An example of the difference with one and two was this summer when our daughter was a few months old and our nephew was 3 weeks younger than she was. We were at the lake with family. Our son wanted to swim outside. Well, try containing a 2 1/2 year old who sees the water and his cousins outside swimming in it, try telling him "we have to wait an hour because your infant sister wants to take her nap now." Yeah right. So the baby came outside with us. We set up her pack n' play in the grass under a tree. She was whining and wanted to be held, but I was the only one out there at the time until my husband could come help me watch my son in the water. So the baby whined and fussed (not screaming by any means) and she fell asleep on her own in the pack n' play. I could not be two places at once. My son's needs were more in my face and needed me more. There is also the idea that the older one knows, remembers, is more focused, so you have to to entertain them first. The baby won't know or won't remember, so sometimes it's the baby who waits. Of course if the baby is screaming or really upset they come first, and when a newborn they come first every time, of course. But as they get older and more able to sit and wait and just whine a little, it's OK for them to wait.

During this example though my sister-in-law rocked her son to sleep, shushed him, held him for a while until he was ready to sleep in the pack n' play. That's exactly what I would have done with my first. But with the second, there is not time or the ability to do both, so the second learns to go with the flow.

My daughter is much more easygoing than my first was. She just knows she has to wait and so she does. I make my son wait, too. They are learning patience, that's for sure!



How do you entertain your older one while nursing / feeding the baby?
Reading books is a big one I hear from many moms. Make it special reading time. Set yourself up with the Boppy and baby to nurse, then have your big kid squeeze next to you to read. My son rarely watches TV, but the times he does is during nursing sessions. He doesn't like to sit still to watch TV, but he thinks it's special when we sit together so that has worked sometimes, too. When he's super busy and won't sit to read with me, I just stay engaged with him while feeding the baby. This happens a lot now when I get out of work and home to feed my daughter around 3:30ish, I nurse her then since it's been a few hours since I pumped at work. My son is busy at this time because we just walk in the door and he's missed his toys all day. So he's pretty engaged in a game or with toys, and I just talk to him while I feed her. That shows him he has my attention despite me holding his sister.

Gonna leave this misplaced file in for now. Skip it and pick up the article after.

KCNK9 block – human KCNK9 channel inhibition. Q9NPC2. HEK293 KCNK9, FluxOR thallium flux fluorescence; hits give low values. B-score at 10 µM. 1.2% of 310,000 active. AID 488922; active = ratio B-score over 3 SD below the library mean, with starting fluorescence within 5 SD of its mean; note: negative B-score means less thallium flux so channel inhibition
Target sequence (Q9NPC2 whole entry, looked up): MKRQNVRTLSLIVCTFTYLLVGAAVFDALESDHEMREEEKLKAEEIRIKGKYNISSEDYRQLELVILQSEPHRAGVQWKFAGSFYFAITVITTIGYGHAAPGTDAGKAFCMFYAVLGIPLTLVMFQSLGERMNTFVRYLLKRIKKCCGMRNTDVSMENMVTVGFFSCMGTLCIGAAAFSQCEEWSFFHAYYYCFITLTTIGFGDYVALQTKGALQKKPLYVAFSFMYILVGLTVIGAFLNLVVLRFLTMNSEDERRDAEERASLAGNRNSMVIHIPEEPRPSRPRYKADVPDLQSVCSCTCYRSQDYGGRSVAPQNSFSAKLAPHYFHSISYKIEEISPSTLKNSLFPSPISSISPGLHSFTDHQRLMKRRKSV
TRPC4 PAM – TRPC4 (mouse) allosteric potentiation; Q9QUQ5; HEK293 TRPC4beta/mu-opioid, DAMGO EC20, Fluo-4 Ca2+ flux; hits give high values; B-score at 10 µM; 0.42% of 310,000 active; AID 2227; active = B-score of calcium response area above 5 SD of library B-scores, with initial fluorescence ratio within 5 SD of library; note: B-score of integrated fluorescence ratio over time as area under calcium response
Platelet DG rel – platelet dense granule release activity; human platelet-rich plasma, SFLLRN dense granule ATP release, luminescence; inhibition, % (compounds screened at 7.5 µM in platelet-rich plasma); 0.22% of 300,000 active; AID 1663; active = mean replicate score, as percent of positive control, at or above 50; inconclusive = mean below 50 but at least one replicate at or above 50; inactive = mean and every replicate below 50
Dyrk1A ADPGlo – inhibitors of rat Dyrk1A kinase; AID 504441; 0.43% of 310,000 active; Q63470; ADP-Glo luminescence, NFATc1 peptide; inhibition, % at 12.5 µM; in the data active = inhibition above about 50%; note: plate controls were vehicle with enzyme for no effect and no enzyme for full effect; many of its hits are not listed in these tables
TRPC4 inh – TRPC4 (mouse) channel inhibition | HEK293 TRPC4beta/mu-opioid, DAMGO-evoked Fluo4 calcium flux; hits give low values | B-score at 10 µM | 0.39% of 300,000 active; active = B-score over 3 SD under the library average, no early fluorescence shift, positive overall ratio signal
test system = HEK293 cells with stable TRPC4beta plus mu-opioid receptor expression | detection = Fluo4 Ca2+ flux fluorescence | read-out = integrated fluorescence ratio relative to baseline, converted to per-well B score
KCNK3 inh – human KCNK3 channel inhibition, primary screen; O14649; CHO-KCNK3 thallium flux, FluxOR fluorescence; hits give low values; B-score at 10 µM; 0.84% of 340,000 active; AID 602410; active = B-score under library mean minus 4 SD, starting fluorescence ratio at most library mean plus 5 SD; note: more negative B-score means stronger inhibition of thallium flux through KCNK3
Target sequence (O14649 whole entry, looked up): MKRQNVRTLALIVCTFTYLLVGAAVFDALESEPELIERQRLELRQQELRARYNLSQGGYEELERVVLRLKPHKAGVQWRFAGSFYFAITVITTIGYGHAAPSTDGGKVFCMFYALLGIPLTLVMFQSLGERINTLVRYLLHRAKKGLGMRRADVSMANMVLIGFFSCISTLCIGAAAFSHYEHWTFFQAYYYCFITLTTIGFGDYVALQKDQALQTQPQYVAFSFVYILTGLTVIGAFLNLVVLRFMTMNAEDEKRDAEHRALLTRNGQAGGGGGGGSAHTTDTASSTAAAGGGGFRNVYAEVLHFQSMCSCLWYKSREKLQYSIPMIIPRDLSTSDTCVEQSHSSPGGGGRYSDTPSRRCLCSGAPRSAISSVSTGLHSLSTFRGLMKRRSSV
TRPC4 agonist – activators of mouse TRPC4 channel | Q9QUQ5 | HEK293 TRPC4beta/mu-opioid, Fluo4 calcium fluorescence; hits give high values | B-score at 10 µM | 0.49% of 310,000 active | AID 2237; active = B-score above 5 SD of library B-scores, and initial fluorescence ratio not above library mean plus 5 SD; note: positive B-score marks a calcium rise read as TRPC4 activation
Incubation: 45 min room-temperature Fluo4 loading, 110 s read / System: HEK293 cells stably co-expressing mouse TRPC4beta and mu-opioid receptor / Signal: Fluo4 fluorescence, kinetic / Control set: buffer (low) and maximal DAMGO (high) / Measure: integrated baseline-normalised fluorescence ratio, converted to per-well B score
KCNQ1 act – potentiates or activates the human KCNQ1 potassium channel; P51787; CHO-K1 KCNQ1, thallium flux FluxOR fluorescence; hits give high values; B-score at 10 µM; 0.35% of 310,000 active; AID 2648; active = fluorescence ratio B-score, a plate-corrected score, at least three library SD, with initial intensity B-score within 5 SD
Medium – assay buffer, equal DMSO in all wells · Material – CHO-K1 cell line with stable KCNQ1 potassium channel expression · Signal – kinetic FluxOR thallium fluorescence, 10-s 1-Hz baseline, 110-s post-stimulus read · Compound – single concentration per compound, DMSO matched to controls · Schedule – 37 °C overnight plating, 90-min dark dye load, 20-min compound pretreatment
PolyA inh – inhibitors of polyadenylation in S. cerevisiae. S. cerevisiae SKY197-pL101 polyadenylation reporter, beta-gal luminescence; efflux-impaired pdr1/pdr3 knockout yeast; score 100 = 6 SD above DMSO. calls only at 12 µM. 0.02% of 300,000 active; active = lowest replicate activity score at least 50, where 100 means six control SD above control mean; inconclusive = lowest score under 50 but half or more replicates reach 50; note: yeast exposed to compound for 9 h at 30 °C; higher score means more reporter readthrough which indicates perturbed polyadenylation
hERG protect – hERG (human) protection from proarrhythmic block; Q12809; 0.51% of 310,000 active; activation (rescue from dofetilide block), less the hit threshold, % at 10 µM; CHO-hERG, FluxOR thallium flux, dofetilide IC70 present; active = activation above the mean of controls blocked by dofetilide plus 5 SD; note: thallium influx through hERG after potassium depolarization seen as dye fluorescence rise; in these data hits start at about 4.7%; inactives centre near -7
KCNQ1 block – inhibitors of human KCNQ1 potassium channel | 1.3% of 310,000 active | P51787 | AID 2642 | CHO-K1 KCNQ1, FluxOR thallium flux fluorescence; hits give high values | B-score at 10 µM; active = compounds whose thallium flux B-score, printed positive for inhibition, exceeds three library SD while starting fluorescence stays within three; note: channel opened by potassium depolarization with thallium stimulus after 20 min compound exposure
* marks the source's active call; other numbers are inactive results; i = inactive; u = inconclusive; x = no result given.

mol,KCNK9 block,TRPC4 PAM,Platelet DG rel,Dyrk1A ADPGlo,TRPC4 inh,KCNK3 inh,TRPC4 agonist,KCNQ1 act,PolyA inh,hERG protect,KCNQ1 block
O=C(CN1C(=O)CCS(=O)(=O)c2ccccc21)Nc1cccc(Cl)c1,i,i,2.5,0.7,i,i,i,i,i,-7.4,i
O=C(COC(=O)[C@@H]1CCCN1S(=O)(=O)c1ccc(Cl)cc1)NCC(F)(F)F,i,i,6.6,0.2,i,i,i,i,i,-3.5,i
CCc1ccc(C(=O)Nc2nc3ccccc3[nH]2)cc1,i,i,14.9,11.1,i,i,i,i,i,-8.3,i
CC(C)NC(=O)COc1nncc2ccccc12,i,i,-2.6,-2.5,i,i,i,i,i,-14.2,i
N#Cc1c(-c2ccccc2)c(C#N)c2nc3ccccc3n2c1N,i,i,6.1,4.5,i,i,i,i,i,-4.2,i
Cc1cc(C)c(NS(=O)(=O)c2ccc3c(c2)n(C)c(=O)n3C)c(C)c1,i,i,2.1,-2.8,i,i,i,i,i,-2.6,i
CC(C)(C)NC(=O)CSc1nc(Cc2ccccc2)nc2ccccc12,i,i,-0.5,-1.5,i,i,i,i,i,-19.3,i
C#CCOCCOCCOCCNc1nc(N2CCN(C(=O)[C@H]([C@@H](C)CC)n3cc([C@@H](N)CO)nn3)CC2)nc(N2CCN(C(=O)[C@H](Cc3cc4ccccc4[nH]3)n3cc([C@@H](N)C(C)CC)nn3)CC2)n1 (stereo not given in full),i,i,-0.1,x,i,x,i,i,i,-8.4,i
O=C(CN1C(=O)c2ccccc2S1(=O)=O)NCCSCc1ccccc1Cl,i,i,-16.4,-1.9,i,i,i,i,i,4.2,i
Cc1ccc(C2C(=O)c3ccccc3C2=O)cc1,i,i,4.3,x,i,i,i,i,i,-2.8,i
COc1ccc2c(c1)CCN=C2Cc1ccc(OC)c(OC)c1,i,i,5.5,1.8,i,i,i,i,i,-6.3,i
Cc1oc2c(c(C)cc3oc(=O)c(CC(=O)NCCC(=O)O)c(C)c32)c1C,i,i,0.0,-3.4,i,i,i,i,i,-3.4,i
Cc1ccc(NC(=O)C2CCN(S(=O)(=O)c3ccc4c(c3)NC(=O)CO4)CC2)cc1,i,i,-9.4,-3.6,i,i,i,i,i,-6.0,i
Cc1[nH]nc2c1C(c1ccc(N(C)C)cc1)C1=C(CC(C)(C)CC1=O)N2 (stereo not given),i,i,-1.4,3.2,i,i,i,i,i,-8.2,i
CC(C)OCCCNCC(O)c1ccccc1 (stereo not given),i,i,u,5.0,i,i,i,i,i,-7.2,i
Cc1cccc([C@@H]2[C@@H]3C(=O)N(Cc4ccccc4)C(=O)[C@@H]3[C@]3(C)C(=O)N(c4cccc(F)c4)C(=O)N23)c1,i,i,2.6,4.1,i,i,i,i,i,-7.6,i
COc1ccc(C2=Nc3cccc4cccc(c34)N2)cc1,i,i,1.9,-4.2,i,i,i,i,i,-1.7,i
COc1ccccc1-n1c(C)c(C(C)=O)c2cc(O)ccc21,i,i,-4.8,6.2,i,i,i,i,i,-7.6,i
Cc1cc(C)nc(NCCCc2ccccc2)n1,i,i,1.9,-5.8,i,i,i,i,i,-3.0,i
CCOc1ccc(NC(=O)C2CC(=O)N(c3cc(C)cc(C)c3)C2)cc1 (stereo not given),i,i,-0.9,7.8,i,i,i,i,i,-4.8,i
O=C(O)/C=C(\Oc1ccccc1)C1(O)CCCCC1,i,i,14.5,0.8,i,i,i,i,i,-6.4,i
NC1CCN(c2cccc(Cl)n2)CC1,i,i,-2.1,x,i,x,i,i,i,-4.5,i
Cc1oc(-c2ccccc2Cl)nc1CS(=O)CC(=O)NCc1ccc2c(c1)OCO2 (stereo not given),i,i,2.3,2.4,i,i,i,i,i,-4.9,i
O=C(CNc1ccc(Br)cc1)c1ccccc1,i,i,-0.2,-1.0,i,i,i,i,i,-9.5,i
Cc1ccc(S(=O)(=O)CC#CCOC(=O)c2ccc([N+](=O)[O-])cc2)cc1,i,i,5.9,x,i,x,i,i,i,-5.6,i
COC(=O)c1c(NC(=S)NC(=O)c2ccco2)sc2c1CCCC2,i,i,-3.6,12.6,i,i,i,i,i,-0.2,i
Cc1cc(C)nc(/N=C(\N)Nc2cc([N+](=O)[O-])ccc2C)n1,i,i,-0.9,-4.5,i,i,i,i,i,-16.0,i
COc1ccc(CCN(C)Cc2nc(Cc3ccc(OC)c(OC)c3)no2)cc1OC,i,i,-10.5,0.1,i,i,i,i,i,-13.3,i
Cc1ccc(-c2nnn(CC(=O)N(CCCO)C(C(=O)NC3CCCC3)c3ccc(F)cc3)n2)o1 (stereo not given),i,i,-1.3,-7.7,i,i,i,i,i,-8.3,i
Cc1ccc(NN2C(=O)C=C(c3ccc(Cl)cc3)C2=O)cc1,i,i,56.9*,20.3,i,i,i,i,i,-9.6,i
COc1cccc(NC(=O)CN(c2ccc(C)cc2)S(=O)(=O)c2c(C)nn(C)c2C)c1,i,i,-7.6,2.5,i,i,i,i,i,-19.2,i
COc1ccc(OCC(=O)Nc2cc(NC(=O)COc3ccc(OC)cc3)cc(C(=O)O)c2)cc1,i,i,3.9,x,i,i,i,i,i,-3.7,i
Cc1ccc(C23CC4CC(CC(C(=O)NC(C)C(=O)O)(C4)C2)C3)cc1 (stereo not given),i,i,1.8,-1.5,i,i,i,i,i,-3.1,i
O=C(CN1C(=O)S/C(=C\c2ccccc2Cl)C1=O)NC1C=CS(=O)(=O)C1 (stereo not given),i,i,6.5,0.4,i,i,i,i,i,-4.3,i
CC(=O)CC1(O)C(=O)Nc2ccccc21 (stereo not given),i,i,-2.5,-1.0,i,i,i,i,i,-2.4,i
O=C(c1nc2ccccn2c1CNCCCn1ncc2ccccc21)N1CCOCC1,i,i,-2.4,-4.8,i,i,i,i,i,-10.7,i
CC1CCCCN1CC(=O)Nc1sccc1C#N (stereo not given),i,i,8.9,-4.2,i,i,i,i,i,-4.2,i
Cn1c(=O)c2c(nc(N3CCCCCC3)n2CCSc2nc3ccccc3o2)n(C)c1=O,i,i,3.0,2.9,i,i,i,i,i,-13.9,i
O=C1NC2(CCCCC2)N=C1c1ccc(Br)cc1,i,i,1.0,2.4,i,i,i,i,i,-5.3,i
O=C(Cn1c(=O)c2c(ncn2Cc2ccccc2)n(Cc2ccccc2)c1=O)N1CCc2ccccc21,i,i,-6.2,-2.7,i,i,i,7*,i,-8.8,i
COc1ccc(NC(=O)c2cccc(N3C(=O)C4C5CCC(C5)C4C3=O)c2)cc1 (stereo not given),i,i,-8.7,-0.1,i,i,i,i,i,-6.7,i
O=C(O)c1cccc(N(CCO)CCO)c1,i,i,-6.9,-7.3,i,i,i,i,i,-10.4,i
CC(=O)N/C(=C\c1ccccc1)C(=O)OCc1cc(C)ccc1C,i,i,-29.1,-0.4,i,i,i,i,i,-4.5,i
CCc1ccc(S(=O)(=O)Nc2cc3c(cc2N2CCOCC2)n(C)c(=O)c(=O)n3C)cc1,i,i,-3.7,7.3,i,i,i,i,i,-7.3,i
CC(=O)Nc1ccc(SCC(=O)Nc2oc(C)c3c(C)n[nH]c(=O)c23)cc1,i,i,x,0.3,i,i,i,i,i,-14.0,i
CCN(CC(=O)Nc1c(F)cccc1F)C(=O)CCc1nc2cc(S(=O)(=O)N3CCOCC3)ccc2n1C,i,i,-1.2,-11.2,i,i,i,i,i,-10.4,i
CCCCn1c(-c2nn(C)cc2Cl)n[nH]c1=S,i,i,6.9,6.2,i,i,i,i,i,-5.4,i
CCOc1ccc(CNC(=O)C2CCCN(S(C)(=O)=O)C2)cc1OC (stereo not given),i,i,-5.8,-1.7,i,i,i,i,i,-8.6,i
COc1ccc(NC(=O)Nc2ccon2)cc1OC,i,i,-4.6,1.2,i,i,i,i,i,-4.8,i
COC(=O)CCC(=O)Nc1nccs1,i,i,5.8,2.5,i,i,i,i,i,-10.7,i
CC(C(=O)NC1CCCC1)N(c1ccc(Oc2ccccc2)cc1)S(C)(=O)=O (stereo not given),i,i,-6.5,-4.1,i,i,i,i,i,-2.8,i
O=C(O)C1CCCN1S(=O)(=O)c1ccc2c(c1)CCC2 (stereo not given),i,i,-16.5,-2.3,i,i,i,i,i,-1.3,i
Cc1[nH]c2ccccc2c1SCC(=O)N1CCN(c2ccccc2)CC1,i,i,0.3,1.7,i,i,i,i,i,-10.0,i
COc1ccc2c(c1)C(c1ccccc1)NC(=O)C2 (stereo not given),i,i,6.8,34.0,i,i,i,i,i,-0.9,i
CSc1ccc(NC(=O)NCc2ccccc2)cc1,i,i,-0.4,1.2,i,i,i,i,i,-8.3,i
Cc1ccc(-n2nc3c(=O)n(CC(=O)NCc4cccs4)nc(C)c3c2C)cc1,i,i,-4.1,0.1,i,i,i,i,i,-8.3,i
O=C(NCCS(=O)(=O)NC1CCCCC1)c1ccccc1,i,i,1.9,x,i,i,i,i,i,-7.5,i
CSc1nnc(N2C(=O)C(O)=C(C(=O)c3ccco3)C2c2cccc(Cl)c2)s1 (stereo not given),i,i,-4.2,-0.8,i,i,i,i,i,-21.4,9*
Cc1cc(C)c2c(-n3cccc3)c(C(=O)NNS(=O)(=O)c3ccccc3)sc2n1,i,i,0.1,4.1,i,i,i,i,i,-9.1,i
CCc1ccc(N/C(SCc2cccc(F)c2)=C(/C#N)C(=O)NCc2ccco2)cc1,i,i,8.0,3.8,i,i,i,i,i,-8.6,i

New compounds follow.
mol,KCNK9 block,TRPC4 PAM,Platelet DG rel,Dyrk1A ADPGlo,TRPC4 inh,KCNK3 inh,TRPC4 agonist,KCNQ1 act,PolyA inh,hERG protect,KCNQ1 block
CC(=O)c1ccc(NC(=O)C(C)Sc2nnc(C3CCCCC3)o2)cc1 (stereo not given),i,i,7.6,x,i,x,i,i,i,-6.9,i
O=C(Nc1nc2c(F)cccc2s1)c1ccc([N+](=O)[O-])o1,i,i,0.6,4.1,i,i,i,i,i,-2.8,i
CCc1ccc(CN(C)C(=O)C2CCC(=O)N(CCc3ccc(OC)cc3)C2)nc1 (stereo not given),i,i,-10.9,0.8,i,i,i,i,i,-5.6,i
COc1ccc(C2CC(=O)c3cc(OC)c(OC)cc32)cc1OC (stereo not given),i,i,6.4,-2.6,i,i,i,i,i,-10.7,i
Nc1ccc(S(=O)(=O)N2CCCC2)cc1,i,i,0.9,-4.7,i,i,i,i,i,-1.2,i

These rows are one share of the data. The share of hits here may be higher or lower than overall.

How do working moms do it all?
Organization. Priorities. Realistic expectations of yourself. Clean a little at a time all week, but mostly on weekends. Prepare the night before (pack bags, get sippy cup of milk in the fridge, etc.). Put kids first so the guilt is less. More on this in another blog post coming soon about how to go back to work after the second kiddo.

How do you get them to nap at the same time?
Great question! You need to wait until baby #2 is ready to be on a set nap routine first. You cannot force this in the beginning. It's frustrating, yes, but they are infants, newborns. You cannot expect them to be on the routine your older one is on right away. That's just life. It's hard to remember that though after having your big kid on a set routine for so long. You cannot be in two places at once, so you can't expect that your kids will literally by the minute be on the same routine exactly. Somebody has to wait. That's just how it is with two. So for us for the time they sleep at the same time is the afternoon nap. We eat lunch at 11ish. My son goes up for nap at 11:45/12 ish. I come back down and my daughter plays for about a half hour because she doesn't need her bottle until 12:30 ish. That's our quality time together. My babysitter says the same thing- it's the one time in the day when the big guy is asleep so she can just bond with my daughter, so that's actually nice having them spread out about a half hour or so. So she eats about a half hour after he goes to bed. She then goes to sleep around 12:45ish. She wakes around 2:30ish, my son wakes around 2ish. Again, staggered slightly, because you cannot be in two places at once.



Two is more, busier, and challenging. 

But TWICE THE FUN! For sure.
Once you figure out a system, that's when things get easier. It takes a few trial runs to get you there, but I promise you WILL get there on all of this little things. You'll end up even more organized than you were before you had your second. That's a positive thing! Just be patient with yourself in the process.